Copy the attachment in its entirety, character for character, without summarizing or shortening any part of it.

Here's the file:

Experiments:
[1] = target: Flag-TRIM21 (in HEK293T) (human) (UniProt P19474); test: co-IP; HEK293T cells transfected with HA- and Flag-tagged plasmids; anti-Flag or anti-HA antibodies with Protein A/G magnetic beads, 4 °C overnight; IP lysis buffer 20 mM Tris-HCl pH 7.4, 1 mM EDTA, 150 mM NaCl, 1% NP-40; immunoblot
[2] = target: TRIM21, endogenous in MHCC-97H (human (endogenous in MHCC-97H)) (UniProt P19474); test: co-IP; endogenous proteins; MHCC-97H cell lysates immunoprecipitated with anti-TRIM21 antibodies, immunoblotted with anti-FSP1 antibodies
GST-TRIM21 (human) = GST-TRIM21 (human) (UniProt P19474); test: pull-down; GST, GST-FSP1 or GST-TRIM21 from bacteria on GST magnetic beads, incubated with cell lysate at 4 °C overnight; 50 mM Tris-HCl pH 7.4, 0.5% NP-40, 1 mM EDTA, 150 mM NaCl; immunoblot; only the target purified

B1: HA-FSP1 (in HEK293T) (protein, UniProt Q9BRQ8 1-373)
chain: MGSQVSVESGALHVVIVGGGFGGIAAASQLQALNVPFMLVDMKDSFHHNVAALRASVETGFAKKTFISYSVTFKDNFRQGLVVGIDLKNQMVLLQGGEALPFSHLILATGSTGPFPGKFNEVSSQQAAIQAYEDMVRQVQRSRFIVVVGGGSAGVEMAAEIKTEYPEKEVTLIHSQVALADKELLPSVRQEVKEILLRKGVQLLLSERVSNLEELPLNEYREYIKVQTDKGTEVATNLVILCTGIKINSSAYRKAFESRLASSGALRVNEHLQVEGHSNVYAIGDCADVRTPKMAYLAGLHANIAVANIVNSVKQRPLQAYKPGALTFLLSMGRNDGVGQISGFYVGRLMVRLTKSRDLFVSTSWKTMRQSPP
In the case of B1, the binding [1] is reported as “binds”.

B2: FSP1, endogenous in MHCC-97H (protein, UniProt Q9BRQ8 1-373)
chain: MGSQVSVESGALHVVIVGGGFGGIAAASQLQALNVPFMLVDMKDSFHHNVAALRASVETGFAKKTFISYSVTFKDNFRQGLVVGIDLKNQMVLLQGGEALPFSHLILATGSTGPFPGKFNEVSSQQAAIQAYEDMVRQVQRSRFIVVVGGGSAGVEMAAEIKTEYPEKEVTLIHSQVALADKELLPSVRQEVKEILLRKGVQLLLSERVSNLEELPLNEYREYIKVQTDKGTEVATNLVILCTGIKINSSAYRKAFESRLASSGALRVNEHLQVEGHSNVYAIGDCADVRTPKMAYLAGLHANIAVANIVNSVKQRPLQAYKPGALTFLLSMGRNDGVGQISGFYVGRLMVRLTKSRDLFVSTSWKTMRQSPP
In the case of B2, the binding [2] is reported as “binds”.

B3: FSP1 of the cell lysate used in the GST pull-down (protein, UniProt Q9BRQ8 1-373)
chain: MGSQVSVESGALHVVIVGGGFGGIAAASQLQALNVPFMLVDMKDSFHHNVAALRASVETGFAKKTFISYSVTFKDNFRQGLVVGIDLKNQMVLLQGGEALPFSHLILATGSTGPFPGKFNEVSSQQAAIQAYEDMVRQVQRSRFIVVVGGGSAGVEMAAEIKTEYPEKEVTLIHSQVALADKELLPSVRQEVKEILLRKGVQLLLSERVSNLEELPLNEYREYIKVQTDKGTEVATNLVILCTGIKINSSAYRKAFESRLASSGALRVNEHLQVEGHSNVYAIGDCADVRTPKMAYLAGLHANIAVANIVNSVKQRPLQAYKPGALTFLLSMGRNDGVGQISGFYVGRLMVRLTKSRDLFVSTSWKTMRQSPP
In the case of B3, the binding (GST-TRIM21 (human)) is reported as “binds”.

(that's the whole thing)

Experiments:
[1] = target: Flag-TRIM21 (in HEK293T) (human) (UniProt P19474); test: co-IP; HEK293T cells transfected with HA- and Flag-tagged plasmids; anti-Flag or anti-HA antibodies with Protein A/G magnetic beads, 4 °C overnight; IP lysis buffer 20 mM Tris-HCl pH 7.4, 1 mM EDTA, 150 mM NaCl, 1% NP-40; immunoblot
[2] = target: TRIM21, endogenous in MHCC-97H (human (endogenous in MHCC-97H)) (UniProt P19474); test: co-IP; endogenous proteins; MHCC-97H cell lysates immunoprecipitated with anti-TRIM21 antibodies, immunoblotted with anti-FSP1 antibodies
GST-TRIM21 (human) = GST-TRIM21 (human) (UniProt P19474); test: pull-down; GST, GST-FSP1 or GST-TRIM21 from bacteria on GST magnetic beads, incubated with cell lysate at 4 °C overnight; 50 mM Tris-HCl pH 7.4, 0.5% NP-40, 1 mM EDTA, 150 mM NaCl; immunoblot; only the target purified

B1: HA-FSP1 (in HEK293T) (protein, UniProt Q9BRQ8 1-373)
chain: MGSQVSVESGALHVVIVGGGFGGIAAASQLQALNVPFMLVDMKDSFHHNVAALRASVETGFAKKTFISYSVTFKDNFRQGLVVGIDLKNQMVLLQGGEALPFSHLILATGSTGPFPGKFNEVSSQQAAIQAYEDMVRQVQRSRFIVVVGGGSAGVEMAAEIKTEYPEKEVTLIHSQVALADKELLPSVRQEVKEILLRKGVQLLLSERVSNLEELPLNEYREYIKVQTDKGTEVATNLVILCTGIKINSSAYRKAFESRLASSGALRVNEHLQVEGHSNVYAIGDCADVRTPKMAYLAGLHANIAVANIVNSVKQRPLQAYKPGALTFLLSMGRNDGVGQISGFYVGRLMVRLTKSRDLFVSTSWKTMRQSPP
In the case of B1, the binding [1] is reported as “binds”.

B2: FSP1, endogenous in MHCC-97H (protein, UniProt Q9BRQ8 1-373)
chain: MGSQVSVESGALHVVIVGGGFGGIAAASQLQALNVPFMLVDMKDSFHHNVAALRASVETGFAKKTFISYSVTFKDNFRQGLVVGIDLKNQMVLLQGGEALPFSHLILATGSTGPFPGKFNEVSSQQAAIQAYEDMVRQVQRSRFIVVVGGGSAGVEMAAEIKTEYPEKEVTLIHSQVALADKELLPSVRQEVKEILLRKGVQLLLSERVSNLEELPLNEYREYIKVQTDKGTEVATNLVILCTGIKINSSAYRKAFESRLASSGALRVNEHLQVEGHSNVYAIGDCADVRTPKMAYLAGLHANIAVANIVNSVKQRPLQAYKPGALTFLLSMGRNDGVGQISGFYVGRLMVRLTKSRDLFVSTSWKTMRQSPP
In the case of B2, the binding [2] is reported as “binds”.

B3: FSP1 of the cell lysate used in the GST pull-down (protein, UniProt Q9BRQ8 1-373)
chain: MGSQVSVESGALHVVIVGGGFGGIAAASQLQALNVPFMLVDMKDSFHHNVAALRASVETGFAKKTFISYSVTFKDNFRQGLVVGIDLKNQMVLLQGGEALPFSHLILATGSTGPFPGKFNEVSSQQAAIQAYEDMVRQVQRSRFIVVVGGGSAGVEMAAEIKTEYPEKEVTLIHSQVALADKELLPSVRQEVKEILLRKGVQLLLSERVSNLEELPLNEYREYIKVQTDKGTEVATNLVILCTGIKINSSAYRKAFESRLASSGALRVNEHLQVEGHSNVYAIGDCADVRTPKMAYLAGLHANIAVANIVNSVKQRPLQAYKPGALTFLLSMGRNDGVGQISGFYVGRLMVRLTKSRDLFVSTSWKTMRQSPP
In the case of B3, the binding (GST-TRIM21 (human)) is reported as “binds”.